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Wilmington City Council supports state bill to mandate Black history education

Delaware Public Media

Wilmington City Council wants Black history to be taught to all public school students. 

Council members unanimously passed a resolution Thursday supporting House Bill 198, which would require each school district and charter school to teach Black history to K-12 students. 

The bill made it out of committee and awaits a vote in the state House. It also needs to pass the state Senate. 

Councilwoman Bregetta Fields emphasized the need for students to learn the positive contributions of Black Americans, as well as the painful parts of history. 

“We don’t want our kids, whether they’re Black, brown, white or indifferent, we want them to understand that history is important, in order for us to move on,” Fields said.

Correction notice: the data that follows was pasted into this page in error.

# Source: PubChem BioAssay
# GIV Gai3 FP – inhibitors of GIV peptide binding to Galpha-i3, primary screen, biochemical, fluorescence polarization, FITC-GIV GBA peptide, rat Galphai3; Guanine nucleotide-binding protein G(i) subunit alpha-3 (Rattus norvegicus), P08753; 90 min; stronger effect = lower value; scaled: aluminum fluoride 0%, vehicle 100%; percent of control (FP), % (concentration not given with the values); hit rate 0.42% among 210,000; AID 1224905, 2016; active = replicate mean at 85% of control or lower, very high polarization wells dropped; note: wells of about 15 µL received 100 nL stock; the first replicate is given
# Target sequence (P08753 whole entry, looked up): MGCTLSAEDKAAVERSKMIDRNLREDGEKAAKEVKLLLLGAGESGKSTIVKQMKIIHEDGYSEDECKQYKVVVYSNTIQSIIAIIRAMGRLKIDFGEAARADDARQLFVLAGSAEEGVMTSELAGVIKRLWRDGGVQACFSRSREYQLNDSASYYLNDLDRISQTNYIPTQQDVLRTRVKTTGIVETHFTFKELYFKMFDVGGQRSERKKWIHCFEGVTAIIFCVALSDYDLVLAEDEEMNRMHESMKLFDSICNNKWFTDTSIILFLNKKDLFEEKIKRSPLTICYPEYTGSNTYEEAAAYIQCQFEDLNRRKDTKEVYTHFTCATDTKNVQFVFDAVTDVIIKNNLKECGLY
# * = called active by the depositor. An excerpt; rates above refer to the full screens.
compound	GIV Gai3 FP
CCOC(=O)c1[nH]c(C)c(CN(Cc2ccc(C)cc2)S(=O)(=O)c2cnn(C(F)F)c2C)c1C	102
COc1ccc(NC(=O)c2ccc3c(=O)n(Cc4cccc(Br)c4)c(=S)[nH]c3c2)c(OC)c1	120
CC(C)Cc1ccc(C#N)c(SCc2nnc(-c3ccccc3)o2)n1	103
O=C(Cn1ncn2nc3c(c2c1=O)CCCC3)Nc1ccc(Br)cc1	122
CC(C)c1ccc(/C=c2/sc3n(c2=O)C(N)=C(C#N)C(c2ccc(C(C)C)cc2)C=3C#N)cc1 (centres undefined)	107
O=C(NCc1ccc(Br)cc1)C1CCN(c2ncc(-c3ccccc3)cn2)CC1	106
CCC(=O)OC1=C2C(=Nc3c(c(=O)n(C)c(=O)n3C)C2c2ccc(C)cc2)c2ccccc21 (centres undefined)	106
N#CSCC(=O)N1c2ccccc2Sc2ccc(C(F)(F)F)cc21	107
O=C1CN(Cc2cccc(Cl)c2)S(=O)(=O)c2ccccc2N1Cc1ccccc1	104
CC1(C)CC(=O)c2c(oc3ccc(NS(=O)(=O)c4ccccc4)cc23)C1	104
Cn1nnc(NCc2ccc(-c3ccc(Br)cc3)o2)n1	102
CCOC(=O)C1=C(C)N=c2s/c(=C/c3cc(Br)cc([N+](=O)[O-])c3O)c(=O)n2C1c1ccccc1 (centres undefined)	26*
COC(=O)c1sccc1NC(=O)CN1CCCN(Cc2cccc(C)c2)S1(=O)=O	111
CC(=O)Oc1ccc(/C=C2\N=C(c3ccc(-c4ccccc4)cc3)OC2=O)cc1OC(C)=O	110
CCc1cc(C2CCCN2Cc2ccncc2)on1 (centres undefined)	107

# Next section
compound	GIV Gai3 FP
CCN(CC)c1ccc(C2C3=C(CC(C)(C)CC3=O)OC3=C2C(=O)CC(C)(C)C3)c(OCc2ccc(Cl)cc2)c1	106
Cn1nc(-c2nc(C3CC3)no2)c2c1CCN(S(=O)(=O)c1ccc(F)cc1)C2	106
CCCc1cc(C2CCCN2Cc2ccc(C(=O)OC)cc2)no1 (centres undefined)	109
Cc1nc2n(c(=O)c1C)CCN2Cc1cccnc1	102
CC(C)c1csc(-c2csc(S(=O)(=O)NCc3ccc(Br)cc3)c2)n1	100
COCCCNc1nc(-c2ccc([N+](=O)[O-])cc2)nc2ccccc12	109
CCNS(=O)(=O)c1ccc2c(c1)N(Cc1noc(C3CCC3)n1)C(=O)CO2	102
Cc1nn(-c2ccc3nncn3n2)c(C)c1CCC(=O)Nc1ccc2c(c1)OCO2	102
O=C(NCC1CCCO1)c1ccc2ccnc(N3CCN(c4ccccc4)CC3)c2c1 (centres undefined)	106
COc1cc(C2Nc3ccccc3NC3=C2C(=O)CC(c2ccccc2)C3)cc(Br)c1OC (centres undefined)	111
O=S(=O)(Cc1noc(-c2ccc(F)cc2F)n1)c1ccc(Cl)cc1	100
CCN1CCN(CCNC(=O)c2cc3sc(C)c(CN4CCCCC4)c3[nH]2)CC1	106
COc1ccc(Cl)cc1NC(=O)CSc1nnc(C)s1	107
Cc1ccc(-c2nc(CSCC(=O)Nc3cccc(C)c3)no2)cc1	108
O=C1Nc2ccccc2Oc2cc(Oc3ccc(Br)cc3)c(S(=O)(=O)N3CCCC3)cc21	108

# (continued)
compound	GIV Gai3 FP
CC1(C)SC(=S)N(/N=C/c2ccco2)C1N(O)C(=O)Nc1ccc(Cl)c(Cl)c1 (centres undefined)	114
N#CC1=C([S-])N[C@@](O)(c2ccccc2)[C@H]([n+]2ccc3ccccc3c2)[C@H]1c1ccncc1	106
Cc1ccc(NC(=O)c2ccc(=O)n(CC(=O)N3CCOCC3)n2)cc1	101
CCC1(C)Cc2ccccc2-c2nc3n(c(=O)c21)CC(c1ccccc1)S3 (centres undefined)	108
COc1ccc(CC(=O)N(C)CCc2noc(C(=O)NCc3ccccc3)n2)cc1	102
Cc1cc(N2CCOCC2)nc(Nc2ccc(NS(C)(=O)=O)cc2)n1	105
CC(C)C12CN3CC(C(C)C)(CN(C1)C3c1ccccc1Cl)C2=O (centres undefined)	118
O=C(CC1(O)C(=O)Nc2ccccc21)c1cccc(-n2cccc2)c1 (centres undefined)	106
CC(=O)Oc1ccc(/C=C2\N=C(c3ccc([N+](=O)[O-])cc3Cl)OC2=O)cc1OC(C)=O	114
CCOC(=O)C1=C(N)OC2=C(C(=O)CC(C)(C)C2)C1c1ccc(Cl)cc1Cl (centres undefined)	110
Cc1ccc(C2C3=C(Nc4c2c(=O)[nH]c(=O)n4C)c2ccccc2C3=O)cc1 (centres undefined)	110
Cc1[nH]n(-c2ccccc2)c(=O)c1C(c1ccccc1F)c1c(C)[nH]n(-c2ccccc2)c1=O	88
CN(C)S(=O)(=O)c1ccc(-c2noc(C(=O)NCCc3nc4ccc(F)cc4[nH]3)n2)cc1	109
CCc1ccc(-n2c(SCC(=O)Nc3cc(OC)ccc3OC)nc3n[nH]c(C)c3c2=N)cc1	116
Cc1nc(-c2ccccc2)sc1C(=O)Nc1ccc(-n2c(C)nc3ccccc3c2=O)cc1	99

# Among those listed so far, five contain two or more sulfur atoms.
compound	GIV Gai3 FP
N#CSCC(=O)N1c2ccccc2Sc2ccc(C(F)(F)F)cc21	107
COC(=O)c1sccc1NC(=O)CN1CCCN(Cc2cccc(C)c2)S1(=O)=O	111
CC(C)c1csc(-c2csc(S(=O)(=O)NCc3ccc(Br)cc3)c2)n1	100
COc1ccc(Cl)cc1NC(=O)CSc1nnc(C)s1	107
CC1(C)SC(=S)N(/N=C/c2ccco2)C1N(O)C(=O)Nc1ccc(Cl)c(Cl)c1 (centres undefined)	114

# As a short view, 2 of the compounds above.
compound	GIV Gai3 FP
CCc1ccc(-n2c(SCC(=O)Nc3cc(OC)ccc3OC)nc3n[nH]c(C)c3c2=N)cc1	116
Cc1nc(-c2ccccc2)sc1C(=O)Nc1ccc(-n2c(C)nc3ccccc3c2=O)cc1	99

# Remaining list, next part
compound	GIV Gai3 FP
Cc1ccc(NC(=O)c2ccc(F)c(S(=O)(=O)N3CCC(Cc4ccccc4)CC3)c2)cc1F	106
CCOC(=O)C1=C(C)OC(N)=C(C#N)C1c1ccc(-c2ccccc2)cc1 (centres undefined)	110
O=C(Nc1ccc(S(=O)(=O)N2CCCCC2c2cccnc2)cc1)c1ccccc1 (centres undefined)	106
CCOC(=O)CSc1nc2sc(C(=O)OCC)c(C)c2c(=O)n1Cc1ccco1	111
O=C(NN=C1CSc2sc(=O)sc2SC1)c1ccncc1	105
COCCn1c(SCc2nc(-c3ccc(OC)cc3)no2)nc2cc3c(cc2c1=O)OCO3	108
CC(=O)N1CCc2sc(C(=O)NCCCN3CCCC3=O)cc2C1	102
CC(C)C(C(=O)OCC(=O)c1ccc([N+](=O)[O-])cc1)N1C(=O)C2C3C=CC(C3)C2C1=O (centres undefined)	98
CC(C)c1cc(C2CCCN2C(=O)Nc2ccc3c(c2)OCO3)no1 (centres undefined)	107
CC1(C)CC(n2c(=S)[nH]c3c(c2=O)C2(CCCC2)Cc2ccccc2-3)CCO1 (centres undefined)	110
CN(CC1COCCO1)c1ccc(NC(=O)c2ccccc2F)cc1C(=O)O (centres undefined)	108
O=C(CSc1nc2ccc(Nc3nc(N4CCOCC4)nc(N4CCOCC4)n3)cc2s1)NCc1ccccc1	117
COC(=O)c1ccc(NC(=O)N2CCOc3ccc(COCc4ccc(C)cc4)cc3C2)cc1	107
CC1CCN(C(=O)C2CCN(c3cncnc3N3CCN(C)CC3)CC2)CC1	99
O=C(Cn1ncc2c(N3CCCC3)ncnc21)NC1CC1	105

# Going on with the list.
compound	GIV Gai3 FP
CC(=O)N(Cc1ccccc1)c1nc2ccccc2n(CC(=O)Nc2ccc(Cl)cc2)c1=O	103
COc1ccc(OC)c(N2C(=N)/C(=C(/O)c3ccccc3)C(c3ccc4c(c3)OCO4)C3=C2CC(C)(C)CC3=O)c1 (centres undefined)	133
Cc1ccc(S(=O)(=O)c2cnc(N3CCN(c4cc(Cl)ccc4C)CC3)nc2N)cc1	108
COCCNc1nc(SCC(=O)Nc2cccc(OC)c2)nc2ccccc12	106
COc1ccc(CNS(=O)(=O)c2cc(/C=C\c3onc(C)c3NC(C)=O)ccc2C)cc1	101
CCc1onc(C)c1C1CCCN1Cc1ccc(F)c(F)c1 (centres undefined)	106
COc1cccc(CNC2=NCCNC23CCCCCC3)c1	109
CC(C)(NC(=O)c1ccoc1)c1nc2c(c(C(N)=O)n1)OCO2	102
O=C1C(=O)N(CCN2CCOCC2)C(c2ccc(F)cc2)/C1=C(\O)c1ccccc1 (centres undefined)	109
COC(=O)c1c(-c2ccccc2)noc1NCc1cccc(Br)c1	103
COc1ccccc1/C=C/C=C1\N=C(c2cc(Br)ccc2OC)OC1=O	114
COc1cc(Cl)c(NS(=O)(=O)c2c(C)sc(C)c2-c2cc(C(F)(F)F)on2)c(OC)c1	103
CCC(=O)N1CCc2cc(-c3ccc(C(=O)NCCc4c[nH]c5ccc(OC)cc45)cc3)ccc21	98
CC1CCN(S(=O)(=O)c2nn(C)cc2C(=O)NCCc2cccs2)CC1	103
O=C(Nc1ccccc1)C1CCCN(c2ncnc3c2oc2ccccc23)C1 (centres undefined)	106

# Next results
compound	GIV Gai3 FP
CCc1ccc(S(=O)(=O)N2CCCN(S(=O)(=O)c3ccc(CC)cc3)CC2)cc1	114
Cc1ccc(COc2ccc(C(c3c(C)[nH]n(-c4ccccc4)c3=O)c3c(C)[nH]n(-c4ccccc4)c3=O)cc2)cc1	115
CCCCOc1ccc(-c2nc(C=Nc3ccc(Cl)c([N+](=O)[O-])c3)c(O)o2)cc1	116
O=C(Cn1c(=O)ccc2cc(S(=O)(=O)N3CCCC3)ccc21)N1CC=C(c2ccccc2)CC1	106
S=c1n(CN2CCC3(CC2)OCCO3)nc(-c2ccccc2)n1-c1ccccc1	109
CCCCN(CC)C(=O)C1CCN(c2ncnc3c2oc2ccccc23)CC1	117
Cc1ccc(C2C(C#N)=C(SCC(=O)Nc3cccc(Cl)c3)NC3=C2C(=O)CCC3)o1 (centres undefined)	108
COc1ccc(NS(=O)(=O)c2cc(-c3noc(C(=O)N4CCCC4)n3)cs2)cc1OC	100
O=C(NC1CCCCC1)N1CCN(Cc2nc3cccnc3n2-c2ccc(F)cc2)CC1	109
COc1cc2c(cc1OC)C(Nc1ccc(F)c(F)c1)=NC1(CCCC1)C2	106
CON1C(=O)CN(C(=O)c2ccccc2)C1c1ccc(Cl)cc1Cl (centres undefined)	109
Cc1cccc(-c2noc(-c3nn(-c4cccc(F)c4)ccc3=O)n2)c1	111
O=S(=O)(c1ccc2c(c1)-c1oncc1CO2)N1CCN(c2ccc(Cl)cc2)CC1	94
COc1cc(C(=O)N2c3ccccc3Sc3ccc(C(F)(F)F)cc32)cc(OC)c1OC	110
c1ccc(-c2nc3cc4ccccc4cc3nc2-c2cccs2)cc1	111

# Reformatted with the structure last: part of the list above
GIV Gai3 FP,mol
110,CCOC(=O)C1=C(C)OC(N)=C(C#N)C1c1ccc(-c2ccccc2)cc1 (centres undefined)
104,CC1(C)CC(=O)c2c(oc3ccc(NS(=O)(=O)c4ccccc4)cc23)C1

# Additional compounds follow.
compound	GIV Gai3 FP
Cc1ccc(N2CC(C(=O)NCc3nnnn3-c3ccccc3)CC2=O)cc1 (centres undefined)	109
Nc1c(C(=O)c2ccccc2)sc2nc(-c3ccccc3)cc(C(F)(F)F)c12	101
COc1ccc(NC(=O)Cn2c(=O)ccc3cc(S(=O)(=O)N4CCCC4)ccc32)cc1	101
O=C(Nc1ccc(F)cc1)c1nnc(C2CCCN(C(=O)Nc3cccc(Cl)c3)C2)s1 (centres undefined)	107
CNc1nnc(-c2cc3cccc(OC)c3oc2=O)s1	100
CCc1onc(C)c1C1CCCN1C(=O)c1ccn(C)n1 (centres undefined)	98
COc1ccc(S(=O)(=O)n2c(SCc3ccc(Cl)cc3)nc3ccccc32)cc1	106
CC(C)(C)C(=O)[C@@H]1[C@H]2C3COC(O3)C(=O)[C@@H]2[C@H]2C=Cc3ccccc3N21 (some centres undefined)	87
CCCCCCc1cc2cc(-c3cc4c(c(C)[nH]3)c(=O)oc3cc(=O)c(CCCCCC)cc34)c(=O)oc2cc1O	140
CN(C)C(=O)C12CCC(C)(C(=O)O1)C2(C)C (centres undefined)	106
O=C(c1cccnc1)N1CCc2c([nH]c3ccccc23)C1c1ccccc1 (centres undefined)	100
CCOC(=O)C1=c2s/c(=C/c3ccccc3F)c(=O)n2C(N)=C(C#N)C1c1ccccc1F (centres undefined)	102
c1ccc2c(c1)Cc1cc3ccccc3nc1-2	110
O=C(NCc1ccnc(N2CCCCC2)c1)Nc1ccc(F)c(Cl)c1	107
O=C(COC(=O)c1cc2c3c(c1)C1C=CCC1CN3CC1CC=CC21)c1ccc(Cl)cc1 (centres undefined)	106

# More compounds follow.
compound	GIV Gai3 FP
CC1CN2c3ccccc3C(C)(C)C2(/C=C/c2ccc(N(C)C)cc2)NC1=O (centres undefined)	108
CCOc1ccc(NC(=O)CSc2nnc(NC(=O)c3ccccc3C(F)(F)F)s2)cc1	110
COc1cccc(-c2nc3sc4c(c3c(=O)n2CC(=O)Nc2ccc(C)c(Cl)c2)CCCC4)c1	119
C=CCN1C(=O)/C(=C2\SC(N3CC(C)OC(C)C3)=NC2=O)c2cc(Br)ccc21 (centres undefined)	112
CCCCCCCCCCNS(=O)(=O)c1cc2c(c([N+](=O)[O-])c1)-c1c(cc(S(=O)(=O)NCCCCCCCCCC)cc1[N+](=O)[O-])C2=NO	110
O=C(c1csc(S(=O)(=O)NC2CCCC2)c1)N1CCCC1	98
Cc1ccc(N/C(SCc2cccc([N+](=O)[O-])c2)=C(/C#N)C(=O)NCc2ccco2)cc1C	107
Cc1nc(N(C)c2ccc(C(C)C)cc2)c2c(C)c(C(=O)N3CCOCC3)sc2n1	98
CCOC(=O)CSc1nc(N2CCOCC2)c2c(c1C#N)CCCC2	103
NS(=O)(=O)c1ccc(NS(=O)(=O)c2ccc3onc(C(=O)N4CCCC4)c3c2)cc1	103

Other council members said they did not learn about Black history in school— and wanted things to change for the younger generation. 

HB 198 would require Black history curricula to incorporate contemporary events, make students reflect on the responsibility of citizens to combat racism, and develop students’ respect for diversity.


Sophia Schmidt is a Delaware native. She comes to Delaware Public Media from NPR’s Weekend Edition in Washington, DC, where she produced arts, politics, science and culture interviews. She previously wrote about education and environment for The Berkshire Eagle in Pittsfield, MA. She graduated from Williams College, where she studied environmental policy and biology, and covered environmental events and local renewable energy for the college paper.
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